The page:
P.S: You should have the towing package for the transmission cooler and class 4 hitch. Also, get a ScanGauge or equivalent to monitor transmission temp.
 
« Last Edit: February 09, 2018, 02:59:29 PM by charliem »
Any 20 minute job can be stretched to a week with proper planning

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Capt J-rod

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Re: Tow Vehicles....
« Reply #3 on: February 09, 2018, 03:31:32 PM »
Thanks @CharlieM. I have the last of the 2015 tacos with the 4.0, TRD sport with the tow package. I've used it here locally to tow the trailer and I monitor my Trans temps with a scan gauge. It does ok, but from what I gather on tacoma world I will need to upgrade the trans cooler. We are flat landers up here in northern Ohio. My travels are usually to Michigan or New York. I believe our trailers will be very close in weight. 2015 is the last of the Tuttle trailers with all aluminum everything. As long as I don't fill tanks and go crazy with cargo it is within the limits. I've crunched the numbers many different ways. I really only need it to serve as the tow vehicle for 2 years which is honestly 6 big trips and 6-10 small trips. I change fluids religiously. I will be adding a new company truck in the near future, but it all depends on how work goes. Lots of bids out, but nobody locking in yet. If I can't own it in 2-3 years I don't buy it. LOL.

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Re: Tow Vehicles....
« Reply #4 on: February 09, 2018, 10:50:55 PM »
If you're not comfortable, what about trading the Tacoma in on a Tundra, and trading the Sequoia in on the Outback?  If the Sequoia is in as good shape as it sounds, you will probably still get a decent trade, and be putting that against a lower cost Outback (especially if you can find a good used one).  That may be more changes than you want, but just a thought.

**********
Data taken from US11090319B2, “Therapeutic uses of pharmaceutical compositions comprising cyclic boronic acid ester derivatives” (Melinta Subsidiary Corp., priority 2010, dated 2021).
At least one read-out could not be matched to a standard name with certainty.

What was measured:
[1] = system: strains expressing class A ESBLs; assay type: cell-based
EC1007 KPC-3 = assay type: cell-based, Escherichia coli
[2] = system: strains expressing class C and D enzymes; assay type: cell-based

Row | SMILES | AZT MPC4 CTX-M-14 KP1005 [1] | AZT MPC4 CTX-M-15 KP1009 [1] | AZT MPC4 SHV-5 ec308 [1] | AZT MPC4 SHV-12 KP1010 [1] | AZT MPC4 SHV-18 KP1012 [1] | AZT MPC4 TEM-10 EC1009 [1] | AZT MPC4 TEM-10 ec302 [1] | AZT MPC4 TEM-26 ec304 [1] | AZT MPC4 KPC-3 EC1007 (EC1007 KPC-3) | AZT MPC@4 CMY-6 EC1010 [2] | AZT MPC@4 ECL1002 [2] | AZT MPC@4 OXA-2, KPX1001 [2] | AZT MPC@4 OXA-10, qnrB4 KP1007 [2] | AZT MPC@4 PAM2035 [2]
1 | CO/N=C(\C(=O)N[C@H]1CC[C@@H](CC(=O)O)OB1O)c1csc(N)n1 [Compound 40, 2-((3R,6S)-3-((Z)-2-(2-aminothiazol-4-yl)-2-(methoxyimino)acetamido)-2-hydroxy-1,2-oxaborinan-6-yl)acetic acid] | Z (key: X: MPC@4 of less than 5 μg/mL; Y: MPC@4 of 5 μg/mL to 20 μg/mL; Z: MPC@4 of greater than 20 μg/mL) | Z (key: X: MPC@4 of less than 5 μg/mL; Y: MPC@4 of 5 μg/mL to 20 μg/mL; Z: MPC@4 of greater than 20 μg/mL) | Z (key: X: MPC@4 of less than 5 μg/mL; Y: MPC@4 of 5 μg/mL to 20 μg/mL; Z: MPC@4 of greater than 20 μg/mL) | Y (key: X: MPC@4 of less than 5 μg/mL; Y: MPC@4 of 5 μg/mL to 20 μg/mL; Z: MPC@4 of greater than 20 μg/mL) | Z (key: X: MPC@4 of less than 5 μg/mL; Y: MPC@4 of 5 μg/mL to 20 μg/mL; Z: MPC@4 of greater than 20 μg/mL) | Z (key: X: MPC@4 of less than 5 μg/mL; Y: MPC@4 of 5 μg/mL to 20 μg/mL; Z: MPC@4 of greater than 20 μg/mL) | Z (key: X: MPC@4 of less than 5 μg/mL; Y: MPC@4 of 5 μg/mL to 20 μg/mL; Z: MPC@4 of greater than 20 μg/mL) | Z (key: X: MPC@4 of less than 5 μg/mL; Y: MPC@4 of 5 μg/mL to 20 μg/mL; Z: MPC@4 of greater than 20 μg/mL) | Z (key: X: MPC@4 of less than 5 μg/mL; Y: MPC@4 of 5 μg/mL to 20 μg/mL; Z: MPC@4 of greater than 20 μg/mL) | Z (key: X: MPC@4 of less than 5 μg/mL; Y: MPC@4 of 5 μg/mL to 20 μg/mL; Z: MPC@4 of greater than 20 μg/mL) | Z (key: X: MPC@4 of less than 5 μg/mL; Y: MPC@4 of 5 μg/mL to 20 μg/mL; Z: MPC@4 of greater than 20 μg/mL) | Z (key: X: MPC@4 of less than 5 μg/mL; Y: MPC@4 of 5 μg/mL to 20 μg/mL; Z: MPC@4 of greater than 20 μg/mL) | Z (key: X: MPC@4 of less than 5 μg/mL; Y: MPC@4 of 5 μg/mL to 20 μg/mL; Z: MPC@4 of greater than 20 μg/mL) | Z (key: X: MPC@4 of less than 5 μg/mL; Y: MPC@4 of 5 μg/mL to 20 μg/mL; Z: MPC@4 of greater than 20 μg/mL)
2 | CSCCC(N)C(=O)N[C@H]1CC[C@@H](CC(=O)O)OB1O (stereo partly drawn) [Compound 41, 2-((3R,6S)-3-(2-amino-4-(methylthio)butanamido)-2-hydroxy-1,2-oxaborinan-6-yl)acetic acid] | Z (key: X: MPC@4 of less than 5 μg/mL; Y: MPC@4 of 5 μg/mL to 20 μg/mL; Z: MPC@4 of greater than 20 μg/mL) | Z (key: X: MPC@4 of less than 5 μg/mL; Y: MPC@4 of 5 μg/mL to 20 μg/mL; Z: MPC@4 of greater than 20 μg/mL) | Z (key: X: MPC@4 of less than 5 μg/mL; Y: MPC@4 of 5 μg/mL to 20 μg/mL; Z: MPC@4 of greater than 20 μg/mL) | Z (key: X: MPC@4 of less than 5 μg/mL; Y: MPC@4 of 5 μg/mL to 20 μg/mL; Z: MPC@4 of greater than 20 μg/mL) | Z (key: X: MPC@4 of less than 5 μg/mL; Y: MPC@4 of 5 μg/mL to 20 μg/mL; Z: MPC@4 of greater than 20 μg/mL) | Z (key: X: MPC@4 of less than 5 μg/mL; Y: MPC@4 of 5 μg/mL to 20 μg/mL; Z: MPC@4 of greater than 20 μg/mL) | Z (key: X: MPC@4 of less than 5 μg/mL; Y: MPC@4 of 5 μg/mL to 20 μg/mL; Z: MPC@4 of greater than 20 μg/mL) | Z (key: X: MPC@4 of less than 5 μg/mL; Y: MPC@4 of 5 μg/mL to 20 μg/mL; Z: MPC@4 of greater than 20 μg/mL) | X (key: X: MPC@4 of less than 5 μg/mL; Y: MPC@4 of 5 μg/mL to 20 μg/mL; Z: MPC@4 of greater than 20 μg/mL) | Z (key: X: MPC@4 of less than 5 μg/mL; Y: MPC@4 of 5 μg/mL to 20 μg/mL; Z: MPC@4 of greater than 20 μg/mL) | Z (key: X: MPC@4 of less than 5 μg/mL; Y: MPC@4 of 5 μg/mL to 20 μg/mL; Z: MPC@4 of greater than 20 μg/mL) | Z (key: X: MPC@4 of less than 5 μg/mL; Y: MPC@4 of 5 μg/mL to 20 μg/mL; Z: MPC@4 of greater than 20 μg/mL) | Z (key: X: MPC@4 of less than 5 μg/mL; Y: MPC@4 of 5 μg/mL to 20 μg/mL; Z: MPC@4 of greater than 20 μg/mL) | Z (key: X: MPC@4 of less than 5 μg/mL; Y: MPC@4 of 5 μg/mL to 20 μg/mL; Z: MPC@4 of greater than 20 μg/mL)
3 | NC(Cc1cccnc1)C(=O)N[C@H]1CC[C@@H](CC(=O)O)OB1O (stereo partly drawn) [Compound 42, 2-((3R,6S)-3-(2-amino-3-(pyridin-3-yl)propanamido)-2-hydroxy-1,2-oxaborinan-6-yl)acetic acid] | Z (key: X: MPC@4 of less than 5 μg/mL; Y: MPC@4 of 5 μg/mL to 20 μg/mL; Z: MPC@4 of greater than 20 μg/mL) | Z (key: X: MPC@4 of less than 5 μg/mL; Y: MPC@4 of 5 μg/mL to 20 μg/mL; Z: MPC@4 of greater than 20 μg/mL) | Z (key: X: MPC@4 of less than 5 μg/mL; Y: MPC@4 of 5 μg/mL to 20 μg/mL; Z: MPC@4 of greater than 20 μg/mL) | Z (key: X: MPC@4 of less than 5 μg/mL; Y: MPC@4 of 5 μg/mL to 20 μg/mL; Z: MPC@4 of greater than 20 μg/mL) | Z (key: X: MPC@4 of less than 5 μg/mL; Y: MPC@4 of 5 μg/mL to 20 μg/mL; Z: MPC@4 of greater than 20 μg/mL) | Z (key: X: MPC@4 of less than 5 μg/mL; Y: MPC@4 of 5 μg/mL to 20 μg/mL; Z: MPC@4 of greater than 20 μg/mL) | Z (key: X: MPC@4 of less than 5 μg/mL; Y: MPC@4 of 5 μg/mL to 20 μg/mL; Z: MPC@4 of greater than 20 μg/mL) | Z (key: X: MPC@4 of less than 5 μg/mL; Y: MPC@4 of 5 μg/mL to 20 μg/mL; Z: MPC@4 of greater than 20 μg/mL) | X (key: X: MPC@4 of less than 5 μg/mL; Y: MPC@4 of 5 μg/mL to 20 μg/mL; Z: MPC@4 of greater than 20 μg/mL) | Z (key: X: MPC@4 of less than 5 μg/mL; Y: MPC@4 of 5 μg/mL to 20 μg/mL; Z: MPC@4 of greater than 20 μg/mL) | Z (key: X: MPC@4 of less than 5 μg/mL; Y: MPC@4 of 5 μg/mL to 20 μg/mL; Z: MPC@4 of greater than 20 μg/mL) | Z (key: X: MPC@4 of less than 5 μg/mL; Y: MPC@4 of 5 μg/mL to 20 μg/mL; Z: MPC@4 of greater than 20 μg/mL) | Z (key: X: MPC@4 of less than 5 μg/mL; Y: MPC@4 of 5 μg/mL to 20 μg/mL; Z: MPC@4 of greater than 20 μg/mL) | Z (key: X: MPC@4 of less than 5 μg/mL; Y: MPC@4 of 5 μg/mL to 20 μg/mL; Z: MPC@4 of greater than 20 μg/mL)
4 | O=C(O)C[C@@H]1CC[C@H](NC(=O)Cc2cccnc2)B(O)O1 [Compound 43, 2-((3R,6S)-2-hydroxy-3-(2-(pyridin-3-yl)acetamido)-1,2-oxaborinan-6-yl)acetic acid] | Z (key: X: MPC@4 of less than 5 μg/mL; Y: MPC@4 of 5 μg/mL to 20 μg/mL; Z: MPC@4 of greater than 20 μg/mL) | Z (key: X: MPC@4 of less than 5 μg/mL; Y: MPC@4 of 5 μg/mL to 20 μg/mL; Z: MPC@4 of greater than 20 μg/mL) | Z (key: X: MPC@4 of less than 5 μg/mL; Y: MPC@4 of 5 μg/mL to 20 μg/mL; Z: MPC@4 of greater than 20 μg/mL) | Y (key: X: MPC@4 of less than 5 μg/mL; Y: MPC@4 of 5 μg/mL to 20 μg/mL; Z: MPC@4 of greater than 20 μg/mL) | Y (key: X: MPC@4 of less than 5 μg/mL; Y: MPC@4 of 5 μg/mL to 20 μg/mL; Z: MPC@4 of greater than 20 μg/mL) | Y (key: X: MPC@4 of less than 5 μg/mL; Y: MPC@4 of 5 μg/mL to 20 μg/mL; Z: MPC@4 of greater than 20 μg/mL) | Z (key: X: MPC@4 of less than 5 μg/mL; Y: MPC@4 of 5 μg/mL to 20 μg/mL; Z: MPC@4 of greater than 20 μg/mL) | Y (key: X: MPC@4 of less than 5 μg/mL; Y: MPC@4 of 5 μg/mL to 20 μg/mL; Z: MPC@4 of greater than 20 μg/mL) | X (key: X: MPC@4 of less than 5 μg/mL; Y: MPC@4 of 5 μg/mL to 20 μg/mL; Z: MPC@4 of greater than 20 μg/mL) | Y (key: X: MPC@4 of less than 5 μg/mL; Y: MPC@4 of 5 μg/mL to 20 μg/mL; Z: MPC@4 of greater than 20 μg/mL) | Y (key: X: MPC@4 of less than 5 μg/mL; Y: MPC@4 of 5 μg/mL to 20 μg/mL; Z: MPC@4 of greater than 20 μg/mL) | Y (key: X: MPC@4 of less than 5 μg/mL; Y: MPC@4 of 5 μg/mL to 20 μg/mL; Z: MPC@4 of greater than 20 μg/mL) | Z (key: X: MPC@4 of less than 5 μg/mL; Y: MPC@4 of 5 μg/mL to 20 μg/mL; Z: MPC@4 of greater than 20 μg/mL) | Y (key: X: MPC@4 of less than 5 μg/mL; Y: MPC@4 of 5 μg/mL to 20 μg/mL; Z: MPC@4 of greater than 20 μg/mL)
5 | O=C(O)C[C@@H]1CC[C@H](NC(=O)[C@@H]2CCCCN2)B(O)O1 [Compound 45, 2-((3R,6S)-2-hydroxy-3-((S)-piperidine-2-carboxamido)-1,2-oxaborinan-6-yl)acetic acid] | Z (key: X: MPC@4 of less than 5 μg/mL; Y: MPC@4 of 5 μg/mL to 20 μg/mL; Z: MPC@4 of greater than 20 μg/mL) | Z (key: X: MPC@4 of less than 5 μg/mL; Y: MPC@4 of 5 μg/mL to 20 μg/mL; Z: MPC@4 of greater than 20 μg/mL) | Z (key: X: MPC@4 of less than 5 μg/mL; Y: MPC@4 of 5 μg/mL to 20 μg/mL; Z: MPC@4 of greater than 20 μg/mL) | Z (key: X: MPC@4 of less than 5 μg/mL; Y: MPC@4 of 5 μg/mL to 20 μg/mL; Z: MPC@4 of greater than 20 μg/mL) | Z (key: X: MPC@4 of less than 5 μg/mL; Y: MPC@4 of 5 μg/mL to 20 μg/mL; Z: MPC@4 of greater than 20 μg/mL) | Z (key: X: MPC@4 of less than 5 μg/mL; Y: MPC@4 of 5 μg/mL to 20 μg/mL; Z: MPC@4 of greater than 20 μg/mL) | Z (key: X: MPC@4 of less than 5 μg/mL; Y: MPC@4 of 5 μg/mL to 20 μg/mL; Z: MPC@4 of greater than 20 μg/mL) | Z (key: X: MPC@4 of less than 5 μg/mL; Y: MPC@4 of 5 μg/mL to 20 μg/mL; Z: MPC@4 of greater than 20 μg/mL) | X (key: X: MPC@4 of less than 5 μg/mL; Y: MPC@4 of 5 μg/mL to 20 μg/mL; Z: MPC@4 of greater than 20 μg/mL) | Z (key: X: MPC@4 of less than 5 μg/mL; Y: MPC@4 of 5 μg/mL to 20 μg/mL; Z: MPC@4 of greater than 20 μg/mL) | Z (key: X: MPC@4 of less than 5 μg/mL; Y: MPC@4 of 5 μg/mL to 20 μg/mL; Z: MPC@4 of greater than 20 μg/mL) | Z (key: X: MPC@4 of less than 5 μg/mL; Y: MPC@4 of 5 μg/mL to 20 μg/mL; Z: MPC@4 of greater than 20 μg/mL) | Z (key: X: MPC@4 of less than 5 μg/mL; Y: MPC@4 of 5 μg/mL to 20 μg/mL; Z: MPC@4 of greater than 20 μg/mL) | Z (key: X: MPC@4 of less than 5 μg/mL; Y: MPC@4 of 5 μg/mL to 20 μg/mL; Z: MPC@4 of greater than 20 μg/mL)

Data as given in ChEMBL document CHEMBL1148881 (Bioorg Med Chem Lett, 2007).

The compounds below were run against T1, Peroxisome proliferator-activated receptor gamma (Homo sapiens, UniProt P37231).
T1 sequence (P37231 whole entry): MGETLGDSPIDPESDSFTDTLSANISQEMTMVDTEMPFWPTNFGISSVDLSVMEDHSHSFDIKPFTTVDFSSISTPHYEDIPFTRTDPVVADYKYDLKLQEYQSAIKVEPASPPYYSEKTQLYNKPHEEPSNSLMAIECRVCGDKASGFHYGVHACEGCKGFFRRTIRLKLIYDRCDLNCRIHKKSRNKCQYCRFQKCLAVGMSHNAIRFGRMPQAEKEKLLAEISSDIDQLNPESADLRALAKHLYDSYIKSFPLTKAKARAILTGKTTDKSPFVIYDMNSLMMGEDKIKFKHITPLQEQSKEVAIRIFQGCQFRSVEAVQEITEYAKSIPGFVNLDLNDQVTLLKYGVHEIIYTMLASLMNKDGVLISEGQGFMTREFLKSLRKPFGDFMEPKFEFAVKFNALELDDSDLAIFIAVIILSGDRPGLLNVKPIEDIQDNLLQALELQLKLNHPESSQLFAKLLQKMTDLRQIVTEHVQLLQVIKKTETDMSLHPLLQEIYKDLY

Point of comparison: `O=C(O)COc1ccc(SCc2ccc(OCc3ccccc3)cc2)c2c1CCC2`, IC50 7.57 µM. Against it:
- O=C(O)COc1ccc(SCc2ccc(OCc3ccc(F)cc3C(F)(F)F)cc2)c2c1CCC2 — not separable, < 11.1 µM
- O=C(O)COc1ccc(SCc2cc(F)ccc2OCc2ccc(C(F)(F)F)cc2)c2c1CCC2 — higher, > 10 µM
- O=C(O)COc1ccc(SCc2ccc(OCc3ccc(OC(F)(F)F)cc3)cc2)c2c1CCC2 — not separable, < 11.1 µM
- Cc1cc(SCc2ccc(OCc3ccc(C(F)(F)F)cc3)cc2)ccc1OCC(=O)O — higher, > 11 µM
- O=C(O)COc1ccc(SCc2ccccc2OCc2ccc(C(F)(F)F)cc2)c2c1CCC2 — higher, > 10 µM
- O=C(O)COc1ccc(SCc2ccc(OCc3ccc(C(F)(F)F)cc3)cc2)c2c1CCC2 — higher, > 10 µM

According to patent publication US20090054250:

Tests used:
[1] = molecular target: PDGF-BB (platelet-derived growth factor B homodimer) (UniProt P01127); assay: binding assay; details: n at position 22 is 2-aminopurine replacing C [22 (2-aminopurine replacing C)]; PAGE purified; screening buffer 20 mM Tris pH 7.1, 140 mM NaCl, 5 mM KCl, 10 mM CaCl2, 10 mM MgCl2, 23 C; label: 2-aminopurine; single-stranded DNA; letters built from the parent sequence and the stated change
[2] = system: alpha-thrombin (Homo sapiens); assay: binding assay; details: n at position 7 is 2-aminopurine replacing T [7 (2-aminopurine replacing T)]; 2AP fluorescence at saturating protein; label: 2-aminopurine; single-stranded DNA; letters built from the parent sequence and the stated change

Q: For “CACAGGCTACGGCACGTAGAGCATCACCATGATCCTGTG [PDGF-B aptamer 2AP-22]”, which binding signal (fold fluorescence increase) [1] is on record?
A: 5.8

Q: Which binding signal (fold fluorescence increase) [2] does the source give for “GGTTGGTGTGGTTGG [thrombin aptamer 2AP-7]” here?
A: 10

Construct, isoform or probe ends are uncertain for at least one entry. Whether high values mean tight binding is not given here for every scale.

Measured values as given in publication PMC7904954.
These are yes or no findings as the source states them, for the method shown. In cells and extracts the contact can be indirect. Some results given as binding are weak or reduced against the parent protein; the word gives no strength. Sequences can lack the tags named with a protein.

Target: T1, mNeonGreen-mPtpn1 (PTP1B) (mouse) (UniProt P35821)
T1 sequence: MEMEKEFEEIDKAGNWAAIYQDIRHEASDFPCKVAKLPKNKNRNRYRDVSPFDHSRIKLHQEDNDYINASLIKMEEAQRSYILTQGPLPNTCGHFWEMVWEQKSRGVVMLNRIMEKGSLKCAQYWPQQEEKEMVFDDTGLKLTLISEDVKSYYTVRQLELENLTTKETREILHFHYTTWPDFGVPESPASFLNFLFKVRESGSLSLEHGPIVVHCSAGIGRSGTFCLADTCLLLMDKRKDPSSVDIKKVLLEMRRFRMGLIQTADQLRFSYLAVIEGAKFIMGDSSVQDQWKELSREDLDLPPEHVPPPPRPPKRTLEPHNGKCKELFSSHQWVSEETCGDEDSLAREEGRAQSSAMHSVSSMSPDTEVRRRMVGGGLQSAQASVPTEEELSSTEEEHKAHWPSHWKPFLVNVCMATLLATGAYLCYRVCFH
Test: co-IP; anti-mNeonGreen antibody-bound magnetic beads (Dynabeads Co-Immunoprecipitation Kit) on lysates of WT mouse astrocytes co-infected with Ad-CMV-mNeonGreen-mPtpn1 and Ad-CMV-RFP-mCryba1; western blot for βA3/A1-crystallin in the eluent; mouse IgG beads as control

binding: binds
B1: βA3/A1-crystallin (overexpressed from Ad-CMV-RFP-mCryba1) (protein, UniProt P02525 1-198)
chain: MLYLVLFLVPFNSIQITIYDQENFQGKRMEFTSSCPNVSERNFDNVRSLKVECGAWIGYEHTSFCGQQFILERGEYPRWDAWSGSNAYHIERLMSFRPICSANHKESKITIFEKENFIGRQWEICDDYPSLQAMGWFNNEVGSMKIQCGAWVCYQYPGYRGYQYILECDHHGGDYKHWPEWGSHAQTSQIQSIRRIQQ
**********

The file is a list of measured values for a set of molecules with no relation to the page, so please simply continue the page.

tinkeringtechie

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Re: Tow Vehicles....
« Reply #5 on: February 10, 2018, 01:36:01 AM »
Why not trade in the Tacoma for the Outback and keep the Sequoia? If you use the Sequoia primarily for towing duty and the Outback for commuting duty, you could probably make the Sequoia last quite a while longer.

Capt J-rod

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Re: Tow Vehicles....
« Reply #6 on: February 10, 2018, 10:31:29 AM »
It's a little more complicated than that... The Taco is in my company, so it stays on the books for 5 years. It also has only 40k on it. The sequoia is our personal vehicle. I really, really, really hate payments. At age 39 I only have a home mortgage and that is almost paid off. 4 more years to go. I try to pay cash for vehicles but I will go out to three years on a note if it benefits me.  Being self employed, payments = volatility. The wife commutes 90 miles round trip. I'm sure the taco will do fine for two seasons as or T.V. At that point I will make it a tundra. Work has been stupidly plentiful for four years. It allowed me to build a 40x56 heated shop. Cars and trucks are the most expensive items we own with depreciation and ROI. So there will be no two car swap, double payment. I can go to enterprise rent a car and rent a T.V. for the week cheaper than swapping what I have.

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Re: Tow Vehicles....
« Reply #7 on: February 10, 2018, 11:57:18 AM »